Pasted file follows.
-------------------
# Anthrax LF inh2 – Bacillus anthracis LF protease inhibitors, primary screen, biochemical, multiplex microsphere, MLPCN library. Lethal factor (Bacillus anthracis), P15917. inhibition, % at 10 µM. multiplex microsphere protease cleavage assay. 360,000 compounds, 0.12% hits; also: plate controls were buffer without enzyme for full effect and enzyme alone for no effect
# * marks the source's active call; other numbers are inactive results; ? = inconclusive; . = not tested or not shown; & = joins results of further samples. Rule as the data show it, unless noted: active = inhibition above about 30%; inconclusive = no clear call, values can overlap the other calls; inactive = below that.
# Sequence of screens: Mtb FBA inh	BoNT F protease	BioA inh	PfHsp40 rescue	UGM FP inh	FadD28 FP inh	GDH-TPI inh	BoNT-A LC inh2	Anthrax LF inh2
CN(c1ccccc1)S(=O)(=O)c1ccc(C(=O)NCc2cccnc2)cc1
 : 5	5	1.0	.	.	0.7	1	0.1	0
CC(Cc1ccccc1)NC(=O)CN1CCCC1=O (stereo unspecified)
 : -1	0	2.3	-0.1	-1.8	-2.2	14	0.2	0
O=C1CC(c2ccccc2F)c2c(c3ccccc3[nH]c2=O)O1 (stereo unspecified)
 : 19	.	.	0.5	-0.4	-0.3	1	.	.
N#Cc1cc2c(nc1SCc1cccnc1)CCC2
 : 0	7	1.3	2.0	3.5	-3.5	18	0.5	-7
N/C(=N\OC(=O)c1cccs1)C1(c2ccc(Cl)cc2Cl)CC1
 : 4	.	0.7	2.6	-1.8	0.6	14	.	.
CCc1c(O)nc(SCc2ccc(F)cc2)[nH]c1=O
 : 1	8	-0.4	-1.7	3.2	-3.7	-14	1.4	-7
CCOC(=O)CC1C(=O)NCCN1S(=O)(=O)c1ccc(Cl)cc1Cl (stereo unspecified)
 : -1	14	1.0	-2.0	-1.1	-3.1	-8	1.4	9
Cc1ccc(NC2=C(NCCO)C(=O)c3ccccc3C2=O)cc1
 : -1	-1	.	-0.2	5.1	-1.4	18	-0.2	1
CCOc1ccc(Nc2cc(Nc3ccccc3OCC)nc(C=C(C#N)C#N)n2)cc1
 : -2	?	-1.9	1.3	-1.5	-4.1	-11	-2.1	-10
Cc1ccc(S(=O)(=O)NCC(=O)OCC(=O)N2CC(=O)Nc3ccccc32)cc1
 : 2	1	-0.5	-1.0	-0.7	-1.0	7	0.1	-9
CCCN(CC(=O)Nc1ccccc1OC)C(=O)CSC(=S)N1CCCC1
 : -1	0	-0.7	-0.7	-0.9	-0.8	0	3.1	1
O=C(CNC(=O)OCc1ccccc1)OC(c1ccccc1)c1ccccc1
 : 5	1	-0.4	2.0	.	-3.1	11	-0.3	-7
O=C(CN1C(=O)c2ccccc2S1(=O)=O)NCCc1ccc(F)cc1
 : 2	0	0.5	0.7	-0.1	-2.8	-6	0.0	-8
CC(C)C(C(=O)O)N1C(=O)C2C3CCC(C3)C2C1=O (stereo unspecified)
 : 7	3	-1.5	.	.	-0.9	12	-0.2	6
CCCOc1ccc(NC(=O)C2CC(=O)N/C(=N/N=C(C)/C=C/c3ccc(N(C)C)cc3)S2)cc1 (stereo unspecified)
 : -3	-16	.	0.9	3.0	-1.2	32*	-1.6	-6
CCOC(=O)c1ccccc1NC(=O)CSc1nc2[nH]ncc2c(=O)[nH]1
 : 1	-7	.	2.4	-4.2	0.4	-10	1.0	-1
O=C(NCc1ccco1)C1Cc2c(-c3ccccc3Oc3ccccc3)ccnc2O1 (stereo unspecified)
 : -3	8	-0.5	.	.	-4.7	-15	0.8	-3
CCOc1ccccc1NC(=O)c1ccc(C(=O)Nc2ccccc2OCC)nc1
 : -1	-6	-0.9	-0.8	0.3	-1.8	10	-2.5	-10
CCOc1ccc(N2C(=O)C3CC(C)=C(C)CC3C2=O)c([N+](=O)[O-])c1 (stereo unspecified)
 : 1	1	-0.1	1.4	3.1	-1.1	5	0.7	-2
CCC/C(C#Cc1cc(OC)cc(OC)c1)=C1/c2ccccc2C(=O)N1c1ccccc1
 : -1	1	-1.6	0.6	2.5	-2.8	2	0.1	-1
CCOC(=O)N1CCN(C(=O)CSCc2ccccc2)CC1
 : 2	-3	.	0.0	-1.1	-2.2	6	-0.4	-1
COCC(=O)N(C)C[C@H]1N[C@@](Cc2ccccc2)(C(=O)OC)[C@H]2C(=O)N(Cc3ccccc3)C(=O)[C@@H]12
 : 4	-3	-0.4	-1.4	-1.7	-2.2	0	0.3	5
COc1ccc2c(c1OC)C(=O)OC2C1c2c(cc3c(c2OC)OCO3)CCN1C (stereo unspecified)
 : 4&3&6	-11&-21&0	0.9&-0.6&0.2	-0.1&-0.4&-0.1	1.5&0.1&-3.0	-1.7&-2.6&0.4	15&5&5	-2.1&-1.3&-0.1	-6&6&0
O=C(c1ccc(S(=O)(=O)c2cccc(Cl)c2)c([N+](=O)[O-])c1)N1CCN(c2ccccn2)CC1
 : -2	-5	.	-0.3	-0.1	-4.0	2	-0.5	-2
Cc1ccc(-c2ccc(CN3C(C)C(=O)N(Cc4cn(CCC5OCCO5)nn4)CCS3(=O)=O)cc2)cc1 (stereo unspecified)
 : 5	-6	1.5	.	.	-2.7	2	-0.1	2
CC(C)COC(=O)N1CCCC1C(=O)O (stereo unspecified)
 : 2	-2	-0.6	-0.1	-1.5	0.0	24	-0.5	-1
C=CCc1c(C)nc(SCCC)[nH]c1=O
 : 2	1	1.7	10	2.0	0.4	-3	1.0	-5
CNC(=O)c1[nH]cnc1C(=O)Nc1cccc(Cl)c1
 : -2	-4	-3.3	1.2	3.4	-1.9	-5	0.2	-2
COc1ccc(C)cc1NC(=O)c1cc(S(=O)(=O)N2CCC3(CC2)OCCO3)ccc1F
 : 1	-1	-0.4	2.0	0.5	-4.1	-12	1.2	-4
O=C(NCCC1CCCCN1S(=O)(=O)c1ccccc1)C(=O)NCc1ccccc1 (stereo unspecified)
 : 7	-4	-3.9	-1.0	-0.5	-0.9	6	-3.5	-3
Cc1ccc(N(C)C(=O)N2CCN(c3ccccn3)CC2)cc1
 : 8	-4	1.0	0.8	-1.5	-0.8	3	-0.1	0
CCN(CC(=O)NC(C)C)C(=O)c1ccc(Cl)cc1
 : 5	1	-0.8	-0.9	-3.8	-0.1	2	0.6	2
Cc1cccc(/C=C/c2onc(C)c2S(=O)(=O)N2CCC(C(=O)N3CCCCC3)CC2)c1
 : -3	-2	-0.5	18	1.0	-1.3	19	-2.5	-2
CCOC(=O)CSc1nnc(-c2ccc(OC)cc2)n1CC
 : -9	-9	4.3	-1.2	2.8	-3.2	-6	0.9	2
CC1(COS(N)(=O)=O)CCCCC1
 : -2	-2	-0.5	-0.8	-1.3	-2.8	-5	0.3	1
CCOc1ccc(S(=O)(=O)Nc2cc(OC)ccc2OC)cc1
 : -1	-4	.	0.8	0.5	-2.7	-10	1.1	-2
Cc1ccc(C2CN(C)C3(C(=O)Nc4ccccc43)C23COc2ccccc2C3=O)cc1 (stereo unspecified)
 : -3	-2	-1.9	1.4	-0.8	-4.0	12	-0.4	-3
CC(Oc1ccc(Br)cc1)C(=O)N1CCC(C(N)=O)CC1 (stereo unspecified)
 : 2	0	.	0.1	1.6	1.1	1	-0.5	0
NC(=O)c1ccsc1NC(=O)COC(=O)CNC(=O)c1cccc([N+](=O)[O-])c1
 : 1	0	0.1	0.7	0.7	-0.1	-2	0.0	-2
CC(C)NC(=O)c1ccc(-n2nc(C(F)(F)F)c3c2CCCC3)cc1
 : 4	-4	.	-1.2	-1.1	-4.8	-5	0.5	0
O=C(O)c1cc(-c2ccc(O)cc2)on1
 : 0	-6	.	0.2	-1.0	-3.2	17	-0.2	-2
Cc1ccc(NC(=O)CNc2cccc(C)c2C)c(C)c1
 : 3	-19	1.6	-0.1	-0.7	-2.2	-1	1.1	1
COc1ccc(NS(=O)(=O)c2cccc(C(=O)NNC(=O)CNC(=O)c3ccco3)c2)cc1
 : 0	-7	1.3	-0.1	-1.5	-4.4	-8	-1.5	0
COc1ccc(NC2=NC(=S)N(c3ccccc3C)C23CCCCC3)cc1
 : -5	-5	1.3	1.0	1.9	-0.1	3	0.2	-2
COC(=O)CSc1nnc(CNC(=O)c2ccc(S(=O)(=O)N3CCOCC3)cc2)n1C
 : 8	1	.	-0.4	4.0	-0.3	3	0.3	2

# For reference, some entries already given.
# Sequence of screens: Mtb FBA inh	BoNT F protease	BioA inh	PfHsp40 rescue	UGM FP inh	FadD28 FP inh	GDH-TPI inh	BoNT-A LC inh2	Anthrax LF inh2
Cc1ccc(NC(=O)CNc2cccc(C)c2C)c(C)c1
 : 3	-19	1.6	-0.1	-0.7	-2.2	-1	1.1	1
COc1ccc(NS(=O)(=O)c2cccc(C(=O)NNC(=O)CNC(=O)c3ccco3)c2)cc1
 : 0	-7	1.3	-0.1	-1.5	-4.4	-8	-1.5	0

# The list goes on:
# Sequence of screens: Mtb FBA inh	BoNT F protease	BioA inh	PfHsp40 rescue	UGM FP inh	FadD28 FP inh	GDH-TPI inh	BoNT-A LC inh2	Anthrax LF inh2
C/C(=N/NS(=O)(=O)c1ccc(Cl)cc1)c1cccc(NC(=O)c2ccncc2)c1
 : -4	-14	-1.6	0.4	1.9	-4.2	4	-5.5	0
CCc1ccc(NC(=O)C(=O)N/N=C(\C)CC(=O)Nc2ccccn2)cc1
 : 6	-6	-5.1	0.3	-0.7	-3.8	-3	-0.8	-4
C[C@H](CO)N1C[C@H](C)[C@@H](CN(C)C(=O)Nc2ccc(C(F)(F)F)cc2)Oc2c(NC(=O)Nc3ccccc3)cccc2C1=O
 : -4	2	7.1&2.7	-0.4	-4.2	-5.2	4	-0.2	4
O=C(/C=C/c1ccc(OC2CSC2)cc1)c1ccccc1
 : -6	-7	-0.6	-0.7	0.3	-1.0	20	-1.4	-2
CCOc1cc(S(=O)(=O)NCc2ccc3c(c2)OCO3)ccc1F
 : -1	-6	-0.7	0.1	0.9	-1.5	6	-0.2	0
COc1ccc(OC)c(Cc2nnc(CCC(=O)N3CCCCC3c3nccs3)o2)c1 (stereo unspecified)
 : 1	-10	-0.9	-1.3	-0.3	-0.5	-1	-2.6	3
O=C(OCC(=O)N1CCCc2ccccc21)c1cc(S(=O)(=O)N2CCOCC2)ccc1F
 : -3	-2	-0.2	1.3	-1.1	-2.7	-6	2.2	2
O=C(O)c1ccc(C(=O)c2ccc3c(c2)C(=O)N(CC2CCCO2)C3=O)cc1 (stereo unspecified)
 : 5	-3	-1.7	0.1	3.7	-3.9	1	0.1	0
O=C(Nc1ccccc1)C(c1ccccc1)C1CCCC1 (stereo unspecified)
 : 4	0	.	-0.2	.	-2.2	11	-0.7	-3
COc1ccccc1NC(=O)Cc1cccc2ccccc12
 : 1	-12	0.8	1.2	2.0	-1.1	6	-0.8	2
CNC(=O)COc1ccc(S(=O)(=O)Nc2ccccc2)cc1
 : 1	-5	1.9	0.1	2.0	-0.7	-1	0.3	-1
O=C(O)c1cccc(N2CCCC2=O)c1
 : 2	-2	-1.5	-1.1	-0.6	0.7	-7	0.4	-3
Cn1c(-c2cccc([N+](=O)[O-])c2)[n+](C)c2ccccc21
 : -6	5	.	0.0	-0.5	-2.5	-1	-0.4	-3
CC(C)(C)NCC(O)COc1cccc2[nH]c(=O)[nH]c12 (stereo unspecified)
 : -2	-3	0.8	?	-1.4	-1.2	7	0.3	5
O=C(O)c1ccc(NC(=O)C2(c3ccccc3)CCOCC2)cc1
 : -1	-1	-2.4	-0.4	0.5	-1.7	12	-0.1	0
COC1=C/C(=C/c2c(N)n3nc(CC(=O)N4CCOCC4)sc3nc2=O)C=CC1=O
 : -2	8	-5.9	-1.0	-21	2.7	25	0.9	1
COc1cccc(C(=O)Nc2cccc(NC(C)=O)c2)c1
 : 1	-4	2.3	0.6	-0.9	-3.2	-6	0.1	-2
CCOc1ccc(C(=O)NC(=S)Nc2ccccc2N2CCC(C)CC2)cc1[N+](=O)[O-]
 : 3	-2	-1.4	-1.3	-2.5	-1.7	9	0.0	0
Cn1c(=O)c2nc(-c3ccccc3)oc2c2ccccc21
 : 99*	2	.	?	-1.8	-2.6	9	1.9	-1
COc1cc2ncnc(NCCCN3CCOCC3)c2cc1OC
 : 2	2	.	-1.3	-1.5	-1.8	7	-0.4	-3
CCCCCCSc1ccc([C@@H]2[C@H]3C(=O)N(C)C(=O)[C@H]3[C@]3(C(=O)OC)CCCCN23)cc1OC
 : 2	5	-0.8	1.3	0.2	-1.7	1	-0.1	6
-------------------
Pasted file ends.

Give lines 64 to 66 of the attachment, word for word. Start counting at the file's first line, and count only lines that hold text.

Cc1ccc(N(C)C(=O)N2CCN(c3ccccn3)CC2)cc1
 : 8	-4	1.0	0.8	-1.5	-0.8	3	-0.1	0
CCN(CC(=O)NC(C)C)C(=O)c1ccc(Cl)cc1